Youth and Economics
Designing and producing products, selling services, paying taxes, making consumer choices, critiquing marketing, and saving money are some of the ways young people affect the economy. Through education, action and empowerment, youth and economics can lead to social transformation and engagement in range of ways. Economic literacy is the start; economic engagement, critical thinking, and reimagining the economy expand from there.
“You never change things by fighting the existing reality. To change something, build a new model that makes the existing model obsolete.”— R. Buckminster Fuller
Ways Youth are Changing the World through Economics
Youth Creating Economies — The knowledge and skills of young people today allow them to create legal economies and navigate the larger economies around them in ways never possible before. Youth creating economies are responsible for creating, designing, producing, marketing, selling and re-investing in things they care about, in ways they care for. This can change the world in powerful ways by fostering dynamic, disruptive new ways.
Youth as Teachers — Are you a driver in the economy, or a victim to the economy? Do you control your job, your income and your role in the workplace, or does some invisible force? Young people can teach their peers, younger people and adults about mindsets focused on economics. This can include community workshops for youth and adults, building lessons in how we think into early childhood development programs, teaching educators teach about learning styles and mindsets, and more.
Youth Motivators — Instead of piping false hope across social media and television, young people can promote practical hopefulness to support youth action. Actively building youth/adult partnerships, serving as a mentor, in an apprenticeship, as professional staff, and many other actions can all give young people stories to tell and lessons to share that can change the world.
Things Youth Need to Change the World through Economics
Training — If we really want to promote youth engagement in the economy, we have to create training programs specifically made for youth that are not only theoretical but also practical and experiential. Appropriate financial help and mentoring by experienced practitioners are also vital.
Opportunities — Creating real programs, projects, activities and services that promote youth engagement in the economy can radically transform economies. Young people of all ages have capacities that can build economies at the local and international levels, and every point between.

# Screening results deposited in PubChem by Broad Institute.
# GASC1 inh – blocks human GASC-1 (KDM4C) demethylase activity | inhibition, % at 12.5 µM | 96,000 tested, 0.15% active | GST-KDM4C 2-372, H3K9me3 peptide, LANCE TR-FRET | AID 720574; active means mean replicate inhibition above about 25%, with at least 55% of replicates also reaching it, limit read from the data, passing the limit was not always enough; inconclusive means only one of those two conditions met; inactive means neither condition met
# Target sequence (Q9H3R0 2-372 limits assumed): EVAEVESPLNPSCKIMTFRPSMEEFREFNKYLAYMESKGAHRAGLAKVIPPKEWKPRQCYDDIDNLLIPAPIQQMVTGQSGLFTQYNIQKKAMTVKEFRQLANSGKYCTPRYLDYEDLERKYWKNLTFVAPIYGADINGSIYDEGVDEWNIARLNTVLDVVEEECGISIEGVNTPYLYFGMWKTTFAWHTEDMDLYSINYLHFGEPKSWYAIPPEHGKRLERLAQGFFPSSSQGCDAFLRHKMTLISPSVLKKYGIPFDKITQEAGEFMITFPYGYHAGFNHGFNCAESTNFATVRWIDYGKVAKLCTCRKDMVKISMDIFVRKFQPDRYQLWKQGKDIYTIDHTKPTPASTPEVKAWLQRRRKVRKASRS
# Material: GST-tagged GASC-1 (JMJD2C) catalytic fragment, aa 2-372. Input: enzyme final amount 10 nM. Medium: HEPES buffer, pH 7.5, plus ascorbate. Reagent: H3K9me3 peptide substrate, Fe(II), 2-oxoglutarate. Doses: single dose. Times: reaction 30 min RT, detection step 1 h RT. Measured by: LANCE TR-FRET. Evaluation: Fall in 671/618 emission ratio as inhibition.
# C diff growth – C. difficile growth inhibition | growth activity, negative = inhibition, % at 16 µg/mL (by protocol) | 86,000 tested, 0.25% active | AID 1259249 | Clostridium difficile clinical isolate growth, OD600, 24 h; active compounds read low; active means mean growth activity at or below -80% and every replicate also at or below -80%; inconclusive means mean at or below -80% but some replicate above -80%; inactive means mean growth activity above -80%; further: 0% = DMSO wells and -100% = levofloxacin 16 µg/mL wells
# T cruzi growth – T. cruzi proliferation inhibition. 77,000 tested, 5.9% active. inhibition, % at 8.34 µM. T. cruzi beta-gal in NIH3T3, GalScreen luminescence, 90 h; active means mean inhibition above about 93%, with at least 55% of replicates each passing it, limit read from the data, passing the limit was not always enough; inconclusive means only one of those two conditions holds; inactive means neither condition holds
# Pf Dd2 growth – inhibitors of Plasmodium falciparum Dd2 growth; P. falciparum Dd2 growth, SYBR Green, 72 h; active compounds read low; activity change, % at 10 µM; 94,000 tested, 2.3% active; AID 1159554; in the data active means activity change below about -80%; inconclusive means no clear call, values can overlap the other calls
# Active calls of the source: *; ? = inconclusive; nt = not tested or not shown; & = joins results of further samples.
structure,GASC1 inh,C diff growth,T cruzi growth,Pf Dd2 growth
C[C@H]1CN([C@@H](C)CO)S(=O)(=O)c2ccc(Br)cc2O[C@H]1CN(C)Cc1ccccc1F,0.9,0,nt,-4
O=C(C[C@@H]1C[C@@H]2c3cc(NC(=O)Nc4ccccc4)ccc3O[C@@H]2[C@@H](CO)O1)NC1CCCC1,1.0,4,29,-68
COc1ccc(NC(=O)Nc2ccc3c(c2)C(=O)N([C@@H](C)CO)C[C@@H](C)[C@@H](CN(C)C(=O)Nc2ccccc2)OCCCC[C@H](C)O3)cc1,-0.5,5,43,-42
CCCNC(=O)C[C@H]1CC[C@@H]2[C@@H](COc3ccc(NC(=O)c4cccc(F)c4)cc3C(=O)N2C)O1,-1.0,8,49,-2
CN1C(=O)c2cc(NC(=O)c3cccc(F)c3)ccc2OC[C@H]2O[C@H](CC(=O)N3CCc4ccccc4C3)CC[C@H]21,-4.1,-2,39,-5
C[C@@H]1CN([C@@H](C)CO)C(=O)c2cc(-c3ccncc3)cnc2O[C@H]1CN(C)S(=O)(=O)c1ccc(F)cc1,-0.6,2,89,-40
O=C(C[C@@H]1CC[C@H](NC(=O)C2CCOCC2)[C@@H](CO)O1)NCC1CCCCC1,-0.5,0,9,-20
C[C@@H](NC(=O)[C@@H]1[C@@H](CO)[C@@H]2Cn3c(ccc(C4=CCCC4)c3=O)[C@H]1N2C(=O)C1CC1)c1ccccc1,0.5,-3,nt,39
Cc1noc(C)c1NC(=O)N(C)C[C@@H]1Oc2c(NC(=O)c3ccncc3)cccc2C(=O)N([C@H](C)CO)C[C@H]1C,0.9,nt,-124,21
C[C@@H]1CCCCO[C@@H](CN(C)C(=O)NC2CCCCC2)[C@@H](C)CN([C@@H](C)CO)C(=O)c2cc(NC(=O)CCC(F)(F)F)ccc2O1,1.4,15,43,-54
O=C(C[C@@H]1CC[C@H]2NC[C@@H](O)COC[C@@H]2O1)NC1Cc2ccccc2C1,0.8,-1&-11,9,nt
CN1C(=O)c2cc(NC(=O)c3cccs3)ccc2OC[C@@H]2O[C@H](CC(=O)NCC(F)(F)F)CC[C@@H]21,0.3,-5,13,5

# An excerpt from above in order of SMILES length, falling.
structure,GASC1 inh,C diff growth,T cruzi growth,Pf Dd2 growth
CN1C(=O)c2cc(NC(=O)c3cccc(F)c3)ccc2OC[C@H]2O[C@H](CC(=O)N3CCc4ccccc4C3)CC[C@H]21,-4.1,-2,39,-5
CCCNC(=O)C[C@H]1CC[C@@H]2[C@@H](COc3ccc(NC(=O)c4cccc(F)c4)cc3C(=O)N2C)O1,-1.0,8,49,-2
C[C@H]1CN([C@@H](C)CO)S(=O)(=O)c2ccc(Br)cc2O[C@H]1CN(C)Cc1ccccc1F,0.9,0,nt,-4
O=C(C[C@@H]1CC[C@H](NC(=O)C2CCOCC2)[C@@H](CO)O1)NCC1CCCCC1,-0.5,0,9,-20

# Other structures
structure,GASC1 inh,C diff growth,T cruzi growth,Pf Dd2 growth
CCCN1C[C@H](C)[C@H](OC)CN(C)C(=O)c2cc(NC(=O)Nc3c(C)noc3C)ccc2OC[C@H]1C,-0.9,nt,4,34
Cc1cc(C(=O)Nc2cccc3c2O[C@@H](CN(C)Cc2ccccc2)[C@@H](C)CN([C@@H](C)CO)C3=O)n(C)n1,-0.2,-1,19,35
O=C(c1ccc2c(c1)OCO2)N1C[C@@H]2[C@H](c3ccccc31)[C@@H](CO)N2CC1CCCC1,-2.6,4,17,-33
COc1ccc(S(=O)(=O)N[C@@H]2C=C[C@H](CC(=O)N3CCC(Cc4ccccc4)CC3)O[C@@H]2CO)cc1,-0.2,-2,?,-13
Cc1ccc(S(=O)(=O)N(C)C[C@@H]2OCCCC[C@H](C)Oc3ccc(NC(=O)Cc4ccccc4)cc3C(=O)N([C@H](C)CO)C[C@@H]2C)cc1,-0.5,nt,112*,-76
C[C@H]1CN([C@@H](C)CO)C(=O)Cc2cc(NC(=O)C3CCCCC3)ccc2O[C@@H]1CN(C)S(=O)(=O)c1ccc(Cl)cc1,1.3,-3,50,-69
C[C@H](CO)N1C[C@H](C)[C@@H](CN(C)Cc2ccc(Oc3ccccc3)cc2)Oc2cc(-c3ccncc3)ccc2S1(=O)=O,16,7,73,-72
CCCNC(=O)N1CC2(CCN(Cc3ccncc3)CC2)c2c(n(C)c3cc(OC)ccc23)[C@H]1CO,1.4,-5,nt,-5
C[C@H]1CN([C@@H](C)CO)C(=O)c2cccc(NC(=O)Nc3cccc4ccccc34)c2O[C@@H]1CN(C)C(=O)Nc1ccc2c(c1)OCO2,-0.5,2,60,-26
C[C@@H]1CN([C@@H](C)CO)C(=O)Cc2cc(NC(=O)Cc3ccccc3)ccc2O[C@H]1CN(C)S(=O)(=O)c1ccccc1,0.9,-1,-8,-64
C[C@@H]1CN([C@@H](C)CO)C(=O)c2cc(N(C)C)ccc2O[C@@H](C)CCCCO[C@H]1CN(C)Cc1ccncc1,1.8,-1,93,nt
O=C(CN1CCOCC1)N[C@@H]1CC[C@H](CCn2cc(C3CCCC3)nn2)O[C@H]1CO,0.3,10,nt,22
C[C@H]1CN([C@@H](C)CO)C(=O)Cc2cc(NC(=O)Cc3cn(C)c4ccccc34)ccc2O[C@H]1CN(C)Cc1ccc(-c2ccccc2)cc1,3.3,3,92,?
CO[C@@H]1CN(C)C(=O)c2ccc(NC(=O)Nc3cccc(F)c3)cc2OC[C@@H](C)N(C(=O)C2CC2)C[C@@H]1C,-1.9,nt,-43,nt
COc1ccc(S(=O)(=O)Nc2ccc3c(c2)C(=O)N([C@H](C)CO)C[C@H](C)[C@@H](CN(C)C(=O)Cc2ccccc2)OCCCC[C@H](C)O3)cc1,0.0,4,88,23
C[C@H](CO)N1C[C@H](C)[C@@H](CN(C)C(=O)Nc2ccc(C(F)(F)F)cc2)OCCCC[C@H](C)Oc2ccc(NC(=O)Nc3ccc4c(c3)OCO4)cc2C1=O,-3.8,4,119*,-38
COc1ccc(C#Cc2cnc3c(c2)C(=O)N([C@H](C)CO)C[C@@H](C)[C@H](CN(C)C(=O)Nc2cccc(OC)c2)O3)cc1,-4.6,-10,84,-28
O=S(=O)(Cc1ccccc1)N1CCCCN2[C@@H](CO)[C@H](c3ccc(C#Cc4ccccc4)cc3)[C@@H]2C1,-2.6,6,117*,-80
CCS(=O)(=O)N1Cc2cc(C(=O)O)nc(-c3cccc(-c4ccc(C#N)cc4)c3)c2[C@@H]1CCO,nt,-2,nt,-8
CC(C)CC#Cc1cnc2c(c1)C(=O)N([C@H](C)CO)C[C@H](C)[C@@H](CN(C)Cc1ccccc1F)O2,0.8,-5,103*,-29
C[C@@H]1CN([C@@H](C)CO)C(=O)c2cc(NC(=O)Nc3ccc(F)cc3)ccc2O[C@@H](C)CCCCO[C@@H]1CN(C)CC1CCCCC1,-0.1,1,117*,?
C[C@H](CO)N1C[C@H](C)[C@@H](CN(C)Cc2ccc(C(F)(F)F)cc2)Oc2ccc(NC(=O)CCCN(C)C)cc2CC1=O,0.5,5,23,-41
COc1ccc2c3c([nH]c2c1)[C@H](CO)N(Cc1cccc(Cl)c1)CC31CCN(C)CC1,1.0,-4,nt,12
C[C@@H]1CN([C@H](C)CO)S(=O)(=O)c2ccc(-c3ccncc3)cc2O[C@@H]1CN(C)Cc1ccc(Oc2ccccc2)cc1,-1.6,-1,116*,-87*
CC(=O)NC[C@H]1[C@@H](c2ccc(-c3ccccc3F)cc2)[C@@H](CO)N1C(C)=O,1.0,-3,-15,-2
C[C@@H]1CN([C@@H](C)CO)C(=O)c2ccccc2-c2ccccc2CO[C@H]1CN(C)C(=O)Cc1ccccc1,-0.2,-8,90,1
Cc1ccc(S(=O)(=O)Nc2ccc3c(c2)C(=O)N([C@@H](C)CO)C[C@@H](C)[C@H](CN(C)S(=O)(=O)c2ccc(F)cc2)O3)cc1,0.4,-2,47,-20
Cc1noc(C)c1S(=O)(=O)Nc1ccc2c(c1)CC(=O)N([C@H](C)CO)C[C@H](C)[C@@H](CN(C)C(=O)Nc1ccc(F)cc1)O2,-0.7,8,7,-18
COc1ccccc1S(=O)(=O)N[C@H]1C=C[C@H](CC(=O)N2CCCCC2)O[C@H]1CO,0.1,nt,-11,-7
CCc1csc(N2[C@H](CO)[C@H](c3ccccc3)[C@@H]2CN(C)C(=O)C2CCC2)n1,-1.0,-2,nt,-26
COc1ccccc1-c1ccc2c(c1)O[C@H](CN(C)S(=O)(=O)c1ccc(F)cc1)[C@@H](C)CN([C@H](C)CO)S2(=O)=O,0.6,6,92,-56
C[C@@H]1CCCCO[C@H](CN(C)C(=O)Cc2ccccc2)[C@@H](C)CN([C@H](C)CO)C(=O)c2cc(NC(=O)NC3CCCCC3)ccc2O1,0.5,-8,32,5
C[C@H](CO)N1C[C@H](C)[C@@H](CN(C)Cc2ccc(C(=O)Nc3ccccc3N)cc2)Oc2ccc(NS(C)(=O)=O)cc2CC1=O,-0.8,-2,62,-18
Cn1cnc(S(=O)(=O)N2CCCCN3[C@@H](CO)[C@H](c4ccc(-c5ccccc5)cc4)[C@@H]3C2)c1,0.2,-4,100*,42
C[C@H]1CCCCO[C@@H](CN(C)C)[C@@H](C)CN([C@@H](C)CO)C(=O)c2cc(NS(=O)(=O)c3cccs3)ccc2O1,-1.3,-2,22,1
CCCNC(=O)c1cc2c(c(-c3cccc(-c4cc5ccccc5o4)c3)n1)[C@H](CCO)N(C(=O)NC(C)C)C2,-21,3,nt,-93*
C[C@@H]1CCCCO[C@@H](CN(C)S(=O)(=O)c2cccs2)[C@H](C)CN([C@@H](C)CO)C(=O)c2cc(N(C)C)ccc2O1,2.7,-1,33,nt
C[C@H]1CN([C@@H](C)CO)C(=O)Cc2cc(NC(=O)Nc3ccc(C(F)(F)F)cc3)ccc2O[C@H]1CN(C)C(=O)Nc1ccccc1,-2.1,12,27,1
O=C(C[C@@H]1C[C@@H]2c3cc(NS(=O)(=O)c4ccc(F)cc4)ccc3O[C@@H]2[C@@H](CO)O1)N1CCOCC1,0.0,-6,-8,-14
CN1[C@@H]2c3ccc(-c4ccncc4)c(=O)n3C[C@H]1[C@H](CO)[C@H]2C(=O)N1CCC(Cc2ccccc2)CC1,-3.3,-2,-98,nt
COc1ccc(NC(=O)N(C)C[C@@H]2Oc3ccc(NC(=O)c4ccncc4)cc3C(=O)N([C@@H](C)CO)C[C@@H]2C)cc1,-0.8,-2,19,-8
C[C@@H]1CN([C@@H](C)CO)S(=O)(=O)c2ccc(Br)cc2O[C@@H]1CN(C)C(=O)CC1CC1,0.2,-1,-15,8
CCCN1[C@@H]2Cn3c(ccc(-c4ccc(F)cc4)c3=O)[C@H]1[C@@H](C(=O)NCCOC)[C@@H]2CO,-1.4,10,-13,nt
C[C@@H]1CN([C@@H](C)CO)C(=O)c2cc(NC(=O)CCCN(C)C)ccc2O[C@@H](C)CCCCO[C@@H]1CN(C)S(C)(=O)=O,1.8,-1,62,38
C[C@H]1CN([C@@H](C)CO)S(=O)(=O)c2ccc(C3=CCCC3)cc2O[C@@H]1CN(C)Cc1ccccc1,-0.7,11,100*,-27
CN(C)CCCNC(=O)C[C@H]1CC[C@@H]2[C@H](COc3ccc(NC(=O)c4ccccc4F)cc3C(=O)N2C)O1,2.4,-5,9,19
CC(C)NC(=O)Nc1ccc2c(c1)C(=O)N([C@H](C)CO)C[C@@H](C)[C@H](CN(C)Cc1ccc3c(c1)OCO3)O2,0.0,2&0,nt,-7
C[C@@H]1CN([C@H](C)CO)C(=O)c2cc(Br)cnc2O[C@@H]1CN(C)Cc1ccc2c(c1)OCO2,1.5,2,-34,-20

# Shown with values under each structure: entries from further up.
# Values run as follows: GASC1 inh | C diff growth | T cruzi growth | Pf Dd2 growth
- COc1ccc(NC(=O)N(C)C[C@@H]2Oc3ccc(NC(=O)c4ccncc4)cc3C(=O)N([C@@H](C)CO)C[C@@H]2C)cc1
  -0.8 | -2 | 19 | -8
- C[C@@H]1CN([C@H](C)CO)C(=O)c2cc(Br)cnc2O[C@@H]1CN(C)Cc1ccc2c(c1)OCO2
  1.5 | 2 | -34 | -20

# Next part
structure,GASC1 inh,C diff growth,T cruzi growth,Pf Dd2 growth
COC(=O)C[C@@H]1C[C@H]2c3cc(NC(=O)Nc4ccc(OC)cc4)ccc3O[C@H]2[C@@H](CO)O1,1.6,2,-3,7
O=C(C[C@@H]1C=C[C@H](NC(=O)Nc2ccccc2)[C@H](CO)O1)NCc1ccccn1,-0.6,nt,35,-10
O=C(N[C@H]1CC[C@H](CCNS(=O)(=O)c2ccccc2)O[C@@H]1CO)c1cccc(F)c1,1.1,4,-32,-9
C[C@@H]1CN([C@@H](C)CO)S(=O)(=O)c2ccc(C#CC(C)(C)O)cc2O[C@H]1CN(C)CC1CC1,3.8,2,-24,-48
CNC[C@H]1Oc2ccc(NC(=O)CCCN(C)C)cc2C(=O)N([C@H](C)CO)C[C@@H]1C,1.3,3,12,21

Organizing — Youth-led community organizing can focus on economic justice, creating jobs, fostering local economies, and many other issues important to youth in the economy. Their action can be self-driven and assisted with adult allies, or represent youth/adult partnerships in action. With critical thinking and reflection built in, these opportunities can create new knowledge, develop new economies and foster community empowerment for everyone involved, including children and youth.
- Illegal child labor
- Youth as Workers
- Youth as Entrepreneurs
- A Short Guide to Youth Engagement in the Economy by Adam Fletcher
- “Making the economy work for youth” by the Canadian International Development Research Center
- Youth Economic Opportunities is a first community of practice and knowledge exchange portal developed by and for the youth economic opportunities sector dedicated to connecting and sharing knowledge, experiences, and lessons learned; exchanging the latest resources, jobs, and funding opportunities; and impacting the world’s 1.8 billion young people. Created by Making Cents International
- “Youth & Economy” by the Pew Research Center
- “Youth Economic Empowerment in Sierra Leone” by PLAN
- New Generation Initiative Community Engagement Guide: 1. Getting started in youth and young adult engagement by Adam Fletcher for the North Carolina Rural Economic Development Center
Other tools are out there, too – share your thoughts in the comments below! For more information about how The Freechild Project can support youth engagement in economics in your community or organization, contact us.